BT claims 1Gb fibre broadband speed boost

Journey

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BT is claiming to have made a "big breakthrough" with fibre broadband, which could see homes and businesses see speeds rise to 1Gbps (gigabit per second).

A trial of so-called G-Fast technology has managed download speeds of 800Mbps (megabits) and upload speeds of 200Mbps.

The trial is significant because it utilises existing technology.

BT has been criticised for its continued use of copper lines.

So-called Fibre to the Cabinet (FTTC), which uses a combination of fibre and copper lines, is BT's preferred technology for broadband rollout.

It is significantly slower than Fibre to the Premises technology (FTTP) but is much cheaper to deploy.

FTTC also gets slower over distance because it relies on copper for the last part of the connection.

It means homes that are further away from BT's green street cabinets will have slower speeds.

BT claims that the new technology can achieve good speeds over longer lines of 66m (216ft), which it said encompasses 80% of connections.

G-Fast technology has been tested at BT's research laboratory at Adastral Park in Ipswich. It is due to open a new ultrafast broadband lab where it will continue to test its potential.

BT said it could go into commercial use as early as December 2015. It would be available for BT and any other internet service providers that use the BT network.

The new technology could also be useful to businesses which currently rely on dedicated lines that run on ethernet.

"We see G-Fast as a very promising technology with significant potential," said Dr Tim Whitley, managing director of research at BT.

"BT has a long history of pushing the boundaries in telecommunications, from the earliest days of the electric telegraph to today's global fibre networks, and it's crucial that we stay ahead of the curve for the benefit of our customers and shareholders."

Rival Virgin Media is also experimenting with new ways to boost speed - including a trial in a Cambridgeshire village, using narrow-trenching.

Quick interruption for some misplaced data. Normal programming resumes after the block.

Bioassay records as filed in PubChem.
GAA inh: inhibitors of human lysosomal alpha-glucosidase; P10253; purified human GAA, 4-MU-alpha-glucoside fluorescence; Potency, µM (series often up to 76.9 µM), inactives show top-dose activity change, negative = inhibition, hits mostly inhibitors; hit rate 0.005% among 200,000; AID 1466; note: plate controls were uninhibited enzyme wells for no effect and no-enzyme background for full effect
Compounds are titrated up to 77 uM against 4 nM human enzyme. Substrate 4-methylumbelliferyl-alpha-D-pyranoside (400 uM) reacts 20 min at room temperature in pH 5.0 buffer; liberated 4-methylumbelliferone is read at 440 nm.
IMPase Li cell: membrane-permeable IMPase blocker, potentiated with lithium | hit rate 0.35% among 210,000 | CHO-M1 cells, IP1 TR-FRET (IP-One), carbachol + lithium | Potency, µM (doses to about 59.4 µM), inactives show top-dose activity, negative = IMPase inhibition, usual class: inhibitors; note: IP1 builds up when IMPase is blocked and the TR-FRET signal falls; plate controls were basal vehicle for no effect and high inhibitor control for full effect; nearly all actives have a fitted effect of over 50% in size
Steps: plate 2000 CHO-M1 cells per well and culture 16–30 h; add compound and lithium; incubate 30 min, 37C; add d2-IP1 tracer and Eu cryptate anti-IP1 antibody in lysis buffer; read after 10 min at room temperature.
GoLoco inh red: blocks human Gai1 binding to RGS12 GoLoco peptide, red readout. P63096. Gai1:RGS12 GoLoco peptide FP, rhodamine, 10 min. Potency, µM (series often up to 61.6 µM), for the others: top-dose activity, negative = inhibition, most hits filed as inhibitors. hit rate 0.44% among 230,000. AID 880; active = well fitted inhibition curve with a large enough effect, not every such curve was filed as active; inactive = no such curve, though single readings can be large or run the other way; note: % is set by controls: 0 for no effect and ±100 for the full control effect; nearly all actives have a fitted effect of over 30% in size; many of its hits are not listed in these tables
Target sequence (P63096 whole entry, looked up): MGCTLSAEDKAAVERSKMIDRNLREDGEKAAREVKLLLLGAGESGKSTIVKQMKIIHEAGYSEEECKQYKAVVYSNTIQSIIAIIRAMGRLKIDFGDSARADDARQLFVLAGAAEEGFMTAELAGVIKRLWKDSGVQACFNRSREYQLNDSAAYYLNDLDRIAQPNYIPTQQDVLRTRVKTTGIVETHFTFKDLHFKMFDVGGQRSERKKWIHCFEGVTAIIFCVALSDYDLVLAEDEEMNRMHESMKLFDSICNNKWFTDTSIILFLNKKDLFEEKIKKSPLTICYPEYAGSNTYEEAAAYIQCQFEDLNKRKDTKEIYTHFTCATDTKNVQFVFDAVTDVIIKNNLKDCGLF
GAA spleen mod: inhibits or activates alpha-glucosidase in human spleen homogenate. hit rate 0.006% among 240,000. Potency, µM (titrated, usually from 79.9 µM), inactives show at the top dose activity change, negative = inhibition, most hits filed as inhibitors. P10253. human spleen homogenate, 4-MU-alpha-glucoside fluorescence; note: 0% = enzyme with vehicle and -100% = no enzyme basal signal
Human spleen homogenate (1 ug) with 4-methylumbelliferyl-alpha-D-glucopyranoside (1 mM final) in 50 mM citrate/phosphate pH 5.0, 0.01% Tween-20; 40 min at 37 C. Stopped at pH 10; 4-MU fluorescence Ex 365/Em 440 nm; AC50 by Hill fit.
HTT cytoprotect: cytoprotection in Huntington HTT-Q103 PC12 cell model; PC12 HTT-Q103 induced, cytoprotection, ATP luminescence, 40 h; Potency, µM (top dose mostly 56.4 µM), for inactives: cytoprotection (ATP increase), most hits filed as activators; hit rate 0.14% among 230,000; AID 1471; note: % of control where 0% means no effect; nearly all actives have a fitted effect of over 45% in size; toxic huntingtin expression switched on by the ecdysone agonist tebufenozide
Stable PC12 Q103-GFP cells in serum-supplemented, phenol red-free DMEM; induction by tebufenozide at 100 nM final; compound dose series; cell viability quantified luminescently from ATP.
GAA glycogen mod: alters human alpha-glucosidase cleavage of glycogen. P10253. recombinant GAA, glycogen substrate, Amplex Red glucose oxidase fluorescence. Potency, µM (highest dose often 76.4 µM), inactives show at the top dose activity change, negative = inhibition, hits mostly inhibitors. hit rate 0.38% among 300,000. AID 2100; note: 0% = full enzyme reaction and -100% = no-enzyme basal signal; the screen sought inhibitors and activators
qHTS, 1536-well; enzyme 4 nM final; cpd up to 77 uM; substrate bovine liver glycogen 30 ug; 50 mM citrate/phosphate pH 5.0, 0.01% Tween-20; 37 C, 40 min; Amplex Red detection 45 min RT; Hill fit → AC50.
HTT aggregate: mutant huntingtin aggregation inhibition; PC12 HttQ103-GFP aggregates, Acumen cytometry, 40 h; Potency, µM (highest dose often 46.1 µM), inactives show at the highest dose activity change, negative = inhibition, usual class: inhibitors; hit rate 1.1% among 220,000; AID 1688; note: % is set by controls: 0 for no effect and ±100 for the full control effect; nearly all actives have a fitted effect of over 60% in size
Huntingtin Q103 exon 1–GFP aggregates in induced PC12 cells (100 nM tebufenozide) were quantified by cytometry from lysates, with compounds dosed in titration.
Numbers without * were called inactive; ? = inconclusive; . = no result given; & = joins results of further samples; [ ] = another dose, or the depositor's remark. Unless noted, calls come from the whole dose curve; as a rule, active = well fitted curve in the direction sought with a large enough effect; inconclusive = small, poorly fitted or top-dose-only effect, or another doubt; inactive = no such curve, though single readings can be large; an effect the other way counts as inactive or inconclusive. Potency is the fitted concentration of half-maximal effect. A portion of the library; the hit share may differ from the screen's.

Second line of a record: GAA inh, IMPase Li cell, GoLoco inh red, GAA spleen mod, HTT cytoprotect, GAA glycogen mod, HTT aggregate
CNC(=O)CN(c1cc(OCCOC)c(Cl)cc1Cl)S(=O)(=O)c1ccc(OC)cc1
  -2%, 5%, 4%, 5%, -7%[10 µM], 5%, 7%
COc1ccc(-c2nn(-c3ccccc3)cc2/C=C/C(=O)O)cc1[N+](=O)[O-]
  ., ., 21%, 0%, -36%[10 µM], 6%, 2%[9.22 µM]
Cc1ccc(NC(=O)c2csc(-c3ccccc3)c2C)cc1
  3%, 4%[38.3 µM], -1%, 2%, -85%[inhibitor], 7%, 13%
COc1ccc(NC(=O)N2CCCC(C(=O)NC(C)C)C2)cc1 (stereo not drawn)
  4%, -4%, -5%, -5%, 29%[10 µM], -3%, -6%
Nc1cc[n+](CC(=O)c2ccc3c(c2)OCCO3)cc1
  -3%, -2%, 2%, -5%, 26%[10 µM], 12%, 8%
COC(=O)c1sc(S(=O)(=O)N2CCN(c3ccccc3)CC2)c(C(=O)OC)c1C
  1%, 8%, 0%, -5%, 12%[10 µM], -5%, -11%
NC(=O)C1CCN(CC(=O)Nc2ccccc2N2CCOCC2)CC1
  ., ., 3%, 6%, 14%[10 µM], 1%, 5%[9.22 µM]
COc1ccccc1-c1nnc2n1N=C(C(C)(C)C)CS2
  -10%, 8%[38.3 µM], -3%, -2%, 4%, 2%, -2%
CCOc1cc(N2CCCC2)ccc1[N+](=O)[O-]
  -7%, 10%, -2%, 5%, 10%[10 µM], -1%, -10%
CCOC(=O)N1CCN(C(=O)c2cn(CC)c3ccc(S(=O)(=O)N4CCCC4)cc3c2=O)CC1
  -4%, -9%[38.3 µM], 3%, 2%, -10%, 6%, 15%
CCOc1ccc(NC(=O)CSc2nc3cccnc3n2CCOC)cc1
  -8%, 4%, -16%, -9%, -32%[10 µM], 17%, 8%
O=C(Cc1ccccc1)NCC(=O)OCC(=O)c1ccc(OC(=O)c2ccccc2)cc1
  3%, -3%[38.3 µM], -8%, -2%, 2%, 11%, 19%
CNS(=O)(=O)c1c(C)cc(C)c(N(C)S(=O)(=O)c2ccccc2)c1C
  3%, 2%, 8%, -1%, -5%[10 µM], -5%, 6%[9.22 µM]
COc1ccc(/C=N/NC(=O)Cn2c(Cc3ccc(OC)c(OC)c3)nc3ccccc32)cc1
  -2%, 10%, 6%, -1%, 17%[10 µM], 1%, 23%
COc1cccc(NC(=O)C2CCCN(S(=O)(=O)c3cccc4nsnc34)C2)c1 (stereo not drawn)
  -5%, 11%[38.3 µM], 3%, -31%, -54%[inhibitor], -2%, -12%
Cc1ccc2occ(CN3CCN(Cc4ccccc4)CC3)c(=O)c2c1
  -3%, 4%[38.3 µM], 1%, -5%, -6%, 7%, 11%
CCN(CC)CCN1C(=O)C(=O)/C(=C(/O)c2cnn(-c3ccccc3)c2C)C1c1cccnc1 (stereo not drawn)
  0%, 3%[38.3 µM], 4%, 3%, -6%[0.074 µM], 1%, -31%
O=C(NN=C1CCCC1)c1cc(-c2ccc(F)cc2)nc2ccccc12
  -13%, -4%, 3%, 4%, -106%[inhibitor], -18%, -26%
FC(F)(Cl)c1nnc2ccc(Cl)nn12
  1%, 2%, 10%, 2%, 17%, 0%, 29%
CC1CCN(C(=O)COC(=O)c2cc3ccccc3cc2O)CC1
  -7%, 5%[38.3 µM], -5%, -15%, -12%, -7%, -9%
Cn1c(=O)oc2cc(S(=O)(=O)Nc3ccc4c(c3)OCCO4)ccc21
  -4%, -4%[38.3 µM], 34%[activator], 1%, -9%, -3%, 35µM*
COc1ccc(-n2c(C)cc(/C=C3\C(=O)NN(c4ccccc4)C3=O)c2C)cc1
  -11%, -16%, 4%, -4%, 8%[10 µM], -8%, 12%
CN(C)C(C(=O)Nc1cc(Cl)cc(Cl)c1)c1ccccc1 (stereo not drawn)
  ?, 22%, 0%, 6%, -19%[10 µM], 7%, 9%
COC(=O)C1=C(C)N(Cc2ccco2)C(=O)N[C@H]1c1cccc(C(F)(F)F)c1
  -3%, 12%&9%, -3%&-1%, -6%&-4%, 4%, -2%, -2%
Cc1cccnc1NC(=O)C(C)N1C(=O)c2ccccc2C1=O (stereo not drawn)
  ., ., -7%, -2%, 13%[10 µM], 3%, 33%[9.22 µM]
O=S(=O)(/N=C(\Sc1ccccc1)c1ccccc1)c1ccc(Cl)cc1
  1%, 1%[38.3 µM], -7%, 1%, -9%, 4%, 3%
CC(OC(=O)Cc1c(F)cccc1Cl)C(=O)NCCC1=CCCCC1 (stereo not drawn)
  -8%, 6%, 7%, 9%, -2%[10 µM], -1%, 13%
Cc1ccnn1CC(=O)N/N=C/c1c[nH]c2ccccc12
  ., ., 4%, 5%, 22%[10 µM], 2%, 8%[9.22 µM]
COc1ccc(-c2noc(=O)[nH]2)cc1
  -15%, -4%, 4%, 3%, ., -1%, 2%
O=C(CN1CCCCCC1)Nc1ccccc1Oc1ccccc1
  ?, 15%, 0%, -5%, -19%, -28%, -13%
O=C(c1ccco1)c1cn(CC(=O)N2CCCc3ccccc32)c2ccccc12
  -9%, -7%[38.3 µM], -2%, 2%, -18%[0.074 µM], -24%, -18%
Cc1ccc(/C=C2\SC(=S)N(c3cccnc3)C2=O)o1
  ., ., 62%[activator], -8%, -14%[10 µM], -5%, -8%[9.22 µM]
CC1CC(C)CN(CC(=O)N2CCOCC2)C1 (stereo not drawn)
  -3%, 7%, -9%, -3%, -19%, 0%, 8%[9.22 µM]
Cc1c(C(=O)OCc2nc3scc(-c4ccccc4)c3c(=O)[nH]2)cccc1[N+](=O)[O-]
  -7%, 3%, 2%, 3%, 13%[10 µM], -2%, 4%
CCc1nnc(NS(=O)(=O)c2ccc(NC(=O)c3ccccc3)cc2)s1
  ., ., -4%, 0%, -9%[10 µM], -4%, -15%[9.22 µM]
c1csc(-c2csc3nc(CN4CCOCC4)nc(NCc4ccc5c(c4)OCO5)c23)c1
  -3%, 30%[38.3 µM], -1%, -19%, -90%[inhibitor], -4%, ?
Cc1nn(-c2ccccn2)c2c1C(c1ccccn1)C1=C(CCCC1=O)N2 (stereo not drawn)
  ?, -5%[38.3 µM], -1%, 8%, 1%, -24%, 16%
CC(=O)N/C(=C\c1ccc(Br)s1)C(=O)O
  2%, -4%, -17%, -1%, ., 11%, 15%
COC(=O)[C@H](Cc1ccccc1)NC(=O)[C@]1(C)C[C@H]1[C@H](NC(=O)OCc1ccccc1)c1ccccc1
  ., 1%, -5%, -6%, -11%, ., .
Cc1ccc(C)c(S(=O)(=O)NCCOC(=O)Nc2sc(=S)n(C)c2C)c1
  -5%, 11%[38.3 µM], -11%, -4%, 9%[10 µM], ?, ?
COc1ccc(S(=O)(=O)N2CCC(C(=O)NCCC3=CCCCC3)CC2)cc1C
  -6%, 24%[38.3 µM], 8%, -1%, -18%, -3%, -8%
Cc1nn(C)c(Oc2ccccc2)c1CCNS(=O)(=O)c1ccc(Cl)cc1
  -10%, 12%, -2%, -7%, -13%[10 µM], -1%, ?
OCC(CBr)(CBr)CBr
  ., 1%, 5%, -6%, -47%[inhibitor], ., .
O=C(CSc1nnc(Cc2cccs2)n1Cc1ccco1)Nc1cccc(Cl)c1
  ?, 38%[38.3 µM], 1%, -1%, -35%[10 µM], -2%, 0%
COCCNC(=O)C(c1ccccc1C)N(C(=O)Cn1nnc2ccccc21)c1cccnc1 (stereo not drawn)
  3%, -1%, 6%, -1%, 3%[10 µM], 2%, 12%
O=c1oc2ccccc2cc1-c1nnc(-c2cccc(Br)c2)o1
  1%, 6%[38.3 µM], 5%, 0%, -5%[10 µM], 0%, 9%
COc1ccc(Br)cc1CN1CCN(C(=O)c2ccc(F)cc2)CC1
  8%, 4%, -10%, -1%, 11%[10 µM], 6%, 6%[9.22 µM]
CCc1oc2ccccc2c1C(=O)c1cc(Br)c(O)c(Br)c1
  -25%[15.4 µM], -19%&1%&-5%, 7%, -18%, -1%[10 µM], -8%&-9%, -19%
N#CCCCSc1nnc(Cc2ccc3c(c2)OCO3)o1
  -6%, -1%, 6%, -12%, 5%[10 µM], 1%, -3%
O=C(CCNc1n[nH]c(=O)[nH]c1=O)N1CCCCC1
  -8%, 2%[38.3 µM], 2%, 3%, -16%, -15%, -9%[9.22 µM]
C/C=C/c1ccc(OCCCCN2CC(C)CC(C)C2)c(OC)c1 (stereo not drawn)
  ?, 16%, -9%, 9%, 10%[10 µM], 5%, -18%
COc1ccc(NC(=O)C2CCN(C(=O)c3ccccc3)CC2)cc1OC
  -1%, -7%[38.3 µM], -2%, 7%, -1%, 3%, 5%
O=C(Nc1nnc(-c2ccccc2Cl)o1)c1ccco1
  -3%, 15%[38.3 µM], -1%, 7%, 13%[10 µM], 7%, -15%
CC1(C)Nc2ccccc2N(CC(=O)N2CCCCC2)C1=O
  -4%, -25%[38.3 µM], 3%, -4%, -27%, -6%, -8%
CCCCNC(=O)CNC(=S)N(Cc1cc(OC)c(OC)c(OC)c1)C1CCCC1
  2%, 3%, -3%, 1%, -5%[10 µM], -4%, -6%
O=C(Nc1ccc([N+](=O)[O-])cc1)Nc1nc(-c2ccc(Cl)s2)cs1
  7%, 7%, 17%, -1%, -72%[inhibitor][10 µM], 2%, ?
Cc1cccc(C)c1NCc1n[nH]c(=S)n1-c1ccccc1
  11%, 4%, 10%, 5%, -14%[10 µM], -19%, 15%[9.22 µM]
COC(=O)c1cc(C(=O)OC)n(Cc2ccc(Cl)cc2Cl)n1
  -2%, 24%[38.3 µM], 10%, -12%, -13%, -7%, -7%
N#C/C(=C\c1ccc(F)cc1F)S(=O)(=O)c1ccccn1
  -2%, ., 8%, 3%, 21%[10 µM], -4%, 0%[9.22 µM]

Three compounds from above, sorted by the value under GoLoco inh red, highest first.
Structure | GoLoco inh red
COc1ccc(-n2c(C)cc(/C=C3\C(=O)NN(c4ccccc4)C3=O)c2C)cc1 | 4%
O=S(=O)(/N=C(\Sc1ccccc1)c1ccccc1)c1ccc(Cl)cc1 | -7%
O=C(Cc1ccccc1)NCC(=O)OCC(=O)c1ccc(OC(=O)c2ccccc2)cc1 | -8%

The method means engineers can lay the cable faster and the trial to 100 houses in the area achieved 1Gb speeds.

Need for speed

Ovum analyst Matthew Howett thinks the technology could be beneficial to both consumers and businesses.

"Given the huge costs involved in a full fibre solution, and the challenging economic environment, it's important to make the most of, and extend the life of technologies already deployed - in the most cost effective way," he said.

"This should result in quicker wins for consumers and businesses at a favourable price."

The debate about how much speed consumers and businesses need has grown louder in recent months.

The Federation of Small Businesses (FS:cool: recently said that the government's target to have superfast speeds of at least 24Mbps in 90% of homes by 2017 lacked ambition and needed a rethink.

It called for a minimum of 100Mbps by 2030.

Labour has also jumped on the speed bandwagon and pledged to increase broadband speeds if it wins the next election.

Story from http://www.bbc.co.uk/news/technology-29360758
 
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Lazarus

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Nice.

That's 1300 times faster than mine.
 

timo_w2s

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It doesn't seem that long ago when I thought a 10Mb home network was good enough, but slowly upgraded to 100Mb over the years.

I've just switched suppliers and downgraded my fibre (FTTP) connection from 100Mb to 50Mb, saving me 30 euro a month (now paying 9 euro/month!). Can't say I've noticed a difference. Anything above 20Mb is more than enough for my needs so with today's usage I can't see much need for 1Gb but then I also didn't see a need for 100Mb back in the 90s...

Maybe when UHD becomes standard for video I'll change my mind.
 

Captain Jack

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I really do wish BT concentrated a bit more on rolling out half decent broadband to rural areas, like the woods of Somerset! Not everyone lives in the cities....
 

Lazarus

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Agreed, CJ.

I'm making enquiries about our 25Mbps Microwave-linked Community scheme as costs appear to be coming down. Nine of eighteen village properties are on it now.

But, to balance the Budget, I need to persuade SWMBO we can do without the Landline.
 

Channel Hopper

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I really do wish BT concentrated a bit more on rolling out half decent broadband to rural areas, like the woods of Somerset! Not everyone lives in the cities....

Do hedgehogs need faster broadband ?
 

Captain Jack

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In this day and age everyone needs it.
 

2cvbloke

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But, to balance the Budget, I need to persuade SWMBO we can do without the Landline.

Get a VOIP account with an ATA, then you can hook up real telephones to t'internet to make real phonecalls, even if they sound poo most of the time owing to digital audio compression... :lol:
 
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